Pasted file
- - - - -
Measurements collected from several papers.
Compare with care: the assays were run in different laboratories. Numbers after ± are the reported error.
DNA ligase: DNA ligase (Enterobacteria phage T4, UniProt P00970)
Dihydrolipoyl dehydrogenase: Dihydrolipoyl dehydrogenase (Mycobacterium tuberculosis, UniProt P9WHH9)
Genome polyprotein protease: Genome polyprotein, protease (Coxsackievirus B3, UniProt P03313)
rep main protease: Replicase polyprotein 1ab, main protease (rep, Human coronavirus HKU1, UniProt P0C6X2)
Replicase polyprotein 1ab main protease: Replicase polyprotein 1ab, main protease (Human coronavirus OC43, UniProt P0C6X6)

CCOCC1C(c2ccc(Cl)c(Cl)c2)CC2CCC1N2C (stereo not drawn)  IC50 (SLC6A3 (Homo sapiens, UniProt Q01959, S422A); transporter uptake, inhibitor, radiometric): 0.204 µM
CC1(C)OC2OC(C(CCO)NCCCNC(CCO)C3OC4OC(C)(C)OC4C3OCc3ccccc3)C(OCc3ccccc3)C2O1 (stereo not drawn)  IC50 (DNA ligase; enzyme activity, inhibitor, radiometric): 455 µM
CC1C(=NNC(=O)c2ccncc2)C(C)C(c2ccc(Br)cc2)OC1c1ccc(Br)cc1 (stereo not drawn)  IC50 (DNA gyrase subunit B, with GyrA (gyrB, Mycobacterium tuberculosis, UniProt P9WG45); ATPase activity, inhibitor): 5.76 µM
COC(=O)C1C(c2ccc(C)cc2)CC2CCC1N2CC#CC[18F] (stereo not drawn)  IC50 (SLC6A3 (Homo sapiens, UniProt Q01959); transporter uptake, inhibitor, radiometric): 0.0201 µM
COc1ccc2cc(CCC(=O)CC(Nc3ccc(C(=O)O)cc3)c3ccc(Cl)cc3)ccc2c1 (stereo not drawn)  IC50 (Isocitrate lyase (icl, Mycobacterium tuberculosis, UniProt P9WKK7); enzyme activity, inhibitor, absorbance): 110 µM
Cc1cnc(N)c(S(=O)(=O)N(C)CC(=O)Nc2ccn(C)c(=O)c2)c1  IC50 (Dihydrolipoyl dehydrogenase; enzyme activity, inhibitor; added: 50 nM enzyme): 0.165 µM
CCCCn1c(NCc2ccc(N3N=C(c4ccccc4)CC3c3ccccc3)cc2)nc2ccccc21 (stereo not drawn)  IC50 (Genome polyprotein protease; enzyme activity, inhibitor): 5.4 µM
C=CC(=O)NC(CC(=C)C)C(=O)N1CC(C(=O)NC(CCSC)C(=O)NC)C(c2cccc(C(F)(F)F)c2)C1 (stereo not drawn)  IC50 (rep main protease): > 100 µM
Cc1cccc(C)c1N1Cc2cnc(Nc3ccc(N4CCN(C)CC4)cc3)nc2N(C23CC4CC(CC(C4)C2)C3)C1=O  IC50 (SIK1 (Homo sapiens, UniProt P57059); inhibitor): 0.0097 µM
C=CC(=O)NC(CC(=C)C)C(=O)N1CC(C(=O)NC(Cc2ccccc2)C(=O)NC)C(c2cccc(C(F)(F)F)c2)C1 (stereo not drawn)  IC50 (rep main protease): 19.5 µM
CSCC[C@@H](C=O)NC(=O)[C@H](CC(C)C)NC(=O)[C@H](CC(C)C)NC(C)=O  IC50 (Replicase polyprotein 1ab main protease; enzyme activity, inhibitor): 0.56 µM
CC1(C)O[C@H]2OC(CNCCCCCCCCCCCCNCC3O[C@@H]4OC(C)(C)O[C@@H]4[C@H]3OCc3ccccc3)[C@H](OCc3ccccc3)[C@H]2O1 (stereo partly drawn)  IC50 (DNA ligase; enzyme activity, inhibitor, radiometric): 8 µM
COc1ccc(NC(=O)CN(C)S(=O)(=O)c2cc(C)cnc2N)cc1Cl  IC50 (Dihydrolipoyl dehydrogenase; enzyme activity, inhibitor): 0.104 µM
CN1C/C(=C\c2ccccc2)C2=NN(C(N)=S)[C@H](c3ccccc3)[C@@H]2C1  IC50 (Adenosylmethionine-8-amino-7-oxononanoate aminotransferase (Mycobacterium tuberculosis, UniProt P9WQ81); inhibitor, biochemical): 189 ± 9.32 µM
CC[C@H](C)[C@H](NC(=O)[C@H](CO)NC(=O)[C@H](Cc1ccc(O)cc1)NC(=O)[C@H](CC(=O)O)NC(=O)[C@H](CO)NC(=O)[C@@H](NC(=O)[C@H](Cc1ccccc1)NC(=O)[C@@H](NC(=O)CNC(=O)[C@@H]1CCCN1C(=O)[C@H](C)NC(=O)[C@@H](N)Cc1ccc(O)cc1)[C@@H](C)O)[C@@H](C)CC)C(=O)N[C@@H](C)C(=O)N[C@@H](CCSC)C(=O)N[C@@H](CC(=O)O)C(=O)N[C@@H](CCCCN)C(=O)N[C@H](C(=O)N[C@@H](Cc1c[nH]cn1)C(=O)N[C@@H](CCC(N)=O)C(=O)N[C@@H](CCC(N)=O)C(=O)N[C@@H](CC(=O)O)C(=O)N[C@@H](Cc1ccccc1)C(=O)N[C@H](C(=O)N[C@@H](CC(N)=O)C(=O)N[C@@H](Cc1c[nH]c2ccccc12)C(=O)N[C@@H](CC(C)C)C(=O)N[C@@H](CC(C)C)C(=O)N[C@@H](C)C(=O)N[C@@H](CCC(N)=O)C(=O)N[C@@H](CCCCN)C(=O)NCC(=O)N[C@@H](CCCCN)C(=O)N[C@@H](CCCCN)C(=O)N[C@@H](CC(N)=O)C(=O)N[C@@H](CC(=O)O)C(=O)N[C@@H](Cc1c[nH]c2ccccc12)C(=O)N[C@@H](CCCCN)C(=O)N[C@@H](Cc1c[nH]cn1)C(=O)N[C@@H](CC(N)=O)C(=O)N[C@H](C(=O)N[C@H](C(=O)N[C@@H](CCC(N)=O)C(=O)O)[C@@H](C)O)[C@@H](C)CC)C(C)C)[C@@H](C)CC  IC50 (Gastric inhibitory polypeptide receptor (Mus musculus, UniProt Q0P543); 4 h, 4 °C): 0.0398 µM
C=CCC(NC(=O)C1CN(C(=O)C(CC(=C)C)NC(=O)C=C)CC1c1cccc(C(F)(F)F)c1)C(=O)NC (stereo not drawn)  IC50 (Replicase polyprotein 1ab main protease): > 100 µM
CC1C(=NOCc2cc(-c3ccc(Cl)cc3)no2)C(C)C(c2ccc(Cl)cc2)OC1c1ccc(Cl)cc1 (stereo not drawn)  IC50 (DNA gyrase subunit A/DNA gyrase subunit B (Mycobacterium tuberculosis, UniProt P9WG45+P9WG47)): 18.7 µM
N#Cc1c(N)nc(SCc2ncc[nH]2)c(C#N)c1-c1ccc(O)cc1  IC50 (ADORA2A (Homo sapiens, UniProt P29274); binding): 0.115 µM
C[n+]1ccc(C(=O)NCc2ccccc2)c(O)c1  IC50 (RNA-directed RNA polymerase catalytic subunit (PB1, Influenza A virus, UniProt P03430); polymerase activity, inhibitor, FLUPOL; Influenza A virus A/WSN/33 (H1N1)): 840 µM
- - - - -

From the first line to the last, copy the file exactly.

Measurements collected from several papers.
Compare with care: the assays were run in different laboratories. Numbers after ± are the reported error.
DNA ligase: DNA ligase (Enterobacteria phage T4, UniProt P00970)
Dihydrolipoyl dehydrogenase: Dihydrolipoyl dehydrogenase (Mycobacterium tuberculosis, UniProt P9WHH9)
Genome polyprotein protease: Genome polyprotein, protease (Coxsackievirus B3, UniProt P03313)
rep main protease: Replicase polyprotein 1ab, main protease (rep, Human coronavirus HKU1, UniProt P0C6X2)
Replicase polyprotein 1ab main protease: Replicase polyprotein 1ab, main protease (Human coronavirus OC43, UniProt P0C6X6)

CCOCC1C(c2ccc(Cl)c(Cl)c2)CC2CCC1N2C (stereo not drawn)  IC50 (SLC6A3 (Homo sapiens, UniProt Q01959, S422A); transporter uptake, inhibitor, radiometric): 0.204 µM
CC1(C)OC2OC(C(CCO)NCCCNC(CCO)C3OC4OC(C)(C)OC4C3OCc3ccccc3)C(OCc3ccccc3)C2O1 (stereo not drawn)  IC50 (DNA ligase; enzyme activity, inhibitor, radiometric): 455 µM
CC1C(=NNC(=O)c2ccncc2)C(C)C(c2ccc(Br)cc2)OC1c1ccc(Br)cc1 (stereo not drawn)  IC50 (DNA gyrase subunit B, with GyrA (gyrB, Mycobacterium tuberculosis, UniProt P9WG45); ATPase activity, inhibitor): 5.76 µM
COC(=O)C1C(c2ccc(C)cc2)CC2CCC1N2CC#CC[18F] (stereo not drawn)  IC50 (SLC6A3 (Homo sapiens, UniProt Q01959); transporter uptake, inhibitor, radiometric): 0.0201 µM
COc1ccc2cc(CCC(=O)CC(Nc3ccc(C(=O)O)cc3)c3ccc(Cl)cc3)ccc2c1 (stereo not drawn)  IC50 (Isocitrate lyase (icl, Mycobacterium tuberculosis, UniProt P9WKK7); enzyme activity, inhibitor, absorbance): 110 µM
Cc1cnc(N)c(S(=O)(=O)N(C)CC(=O)Nc2ccn(C)c(=O)c2)c1  IC50 (Dihydrolipoyl dehydrogenase; enzyme activity, inhibitor; added: 50 nM enzyme): 0.165 µM
CCCCn1c(NCc2ccc(N3N=C(c4ccccc4)CC3c3ccccc3)cc2)nc2ccccc21 (stereo not drawn)  IC50 (Genome polyprotein protease; enzyme activity, inhibitor): 5.4 µM
C=CC(=O)NC(CC(=C)C)C(=O)N1CC(C(=O)NC(CCSC)C(=O)NC)C(c2cccc(C(F)(F)F)c2)C1 (stereo not drawn)  IC50 (rep main protease): > 100 µM
Cc1cccc(C)c1N1Cc2cnc(Nc3ccc(N4CCN(C)CC4)cc3)nc2N(C23CC4CC(CC(C4)C2)C3)C1=O  IC50 (SIK1 (Homo sapiens, UniProt P57059); inhibitor): 0.0097 µM
C=CC(=O)NC(CC(=C)C)C(=O)N1CC(C(=O)NC(Cc2ccccc2)C(=O)NC)C(c2cccc(C(F)(F)F)c2)C1 (stereo not drawn)  IC50 (rep main protease): 19.5 µM
CSCC[C@@H](C=O)NC(=O)[C@H](CC(C)C)NC(=O)[C@H](CC(C)C)NC(C)=O  IC50 (Replicase polyprotein 1ab main protease; enzyme activity, inhibitor): 0.56 µM
CC1(C)O[C@H]2OC(CNCCCCCCCCCCCCNCC3O[C@@H]4OC(C)(C)O[C@@H]4[C@H]3OCc3ccccc3)[C@H](OCc3ccccc3)[C@H]2O1 (stereo partly drawn)  IC50 (DNA ligase; enzyme activity, inhibitor, radiometric): 8 µM
COc1ccc(NC(=O)CN(C)S(=O)(=O)c2cc(C)cnc2N)cc1Cl  IC50 (Dihydrolipoyl dehydrogenase; enzyme activity, inhibitor): 0.104 µM
CN1C/C(=C\c2ccccc2)C2=NN(C(N)=S)[C@H](c3ccccc3)[C@@H]2C1  IC50 (Adenosylmethionine-8-amino-7-oxononanoate aminotransferase (Mycobacterium tuberculosis, UniProt P9WQ81); inhibitor, biochemical): 189 ± 9.32 µM
CC[C@H](C)[C@H](NC(=O)[C@H](CO)NC(=O)[C@H](Cc1ccc(O)cc1)NC(=O)[C@H](CC(=O)O)NC(=O)[C@H](CO)NC(=O)[C@@H](NC(=O)[C@H](Cc1ccccc1)NC(=O)[C@@H](NC(=O)CNC(=O)[C@@H]1CCCN1C(=O)[C@H](C)NC(=O)[C@@H](N)Cc1ccc(O)cc1)[C@@H](C)O)[C@@H](C)CC)C(=O)N[C@@H](C)C(=O)N[C@@H](CCSC)C(=O)N[C@@H](CC(=O)O)C(=O)N[C@@H](CCCCN)C(=O)N[C@H](C(=O)N[C@@H](Cc1c[nH]cn1)C(=O)N[C@@H](CCC(N)=O)C(=O)N[C@@H](CCC(N)=O)C(=O)N[C@@H](CC(=O)O)C(=O)N[C@@H](Cc1ccccc1)C(=O)N[C@H](C(=O)N[C@@H](CC(N)=O)C(=O)N[C@@H](Cc1c[nH]c2ccccc12)C(=O)N[C@@H](CC(C)C)C(=O)N[C@@H](CC(C)C)C(=O)N[C@@H](C)C(=O)N[C@@H](CCC(N)=O)C(=O)N[C@@H](CCCCN)C(=O)NCC(=O)N[C@@H](CCCCN)C(=O)N[C@@H](CCCCN)C(=O)N[C@@H](CC(N)=O)C(=O)N[C@@H](CC(=O)O)C(=O)N[C@@H](Cc1c[nH]c2ccccc12)C(=O)N[C@@H](CCCCN)C(=O)N[C@@H](Cc1c[nH]cn1)C(=O)N[C@@H](CC(N)=O)C(=O)N[C@H](C(=O)N[C@H](C(=O)N[C@@H](CCC(N)=O)C(=O)O)[C@@H](C)O)[C@@H](C)CC)C(C)C)[C@@H](C)CC  IC50 (Gastric inhibitory polypeptide receptor (Mus musculus, UniProt Q0P543); 4 h, 4 °C): 0.0398 µM
C=CCC(NC(=O)C1CN(C(=O)C(CC(=C)C)NC(=O)C=C)CC1c1cccc(C(F)(F)F)c1)C(=O)NC (stereo not drawn)  IC50 (Replicase polyprotein 1ab main protease): > 100 µM
CC1C(=NOCc2cc(-c3ccc(Cl)cc3)no2)C(C)C(c2ccc(Cl)cc2)OC1c1ccc(Cl)cc1 (stereo not drawn)  IC50 (DNA gyrase subunit A/DNA gyrase subunit B (Mycobacterium tuberculosis, UniProt P9WG45+P9WG47)): 18.7 µM
N#Cc1c(N)nc(SCc2ncc[nH]2)c(C#N)c1-c1ccc(O)cc1  IC50 (ADORA2A (Homo sapiens, UniProt P29274); binding): 0.115 µM
C[n+]1ccc(C(=O)NCc2ccccc2)c(O)c1  IC50 (RNA-directed RNA polymerase catalytic subunit (PB1, Influenza A virus, UniProt P03430); polymerase activity, inhibitor, FLUPOL; Influenza A virus A/WSN/33 (H1N1)): 840 µM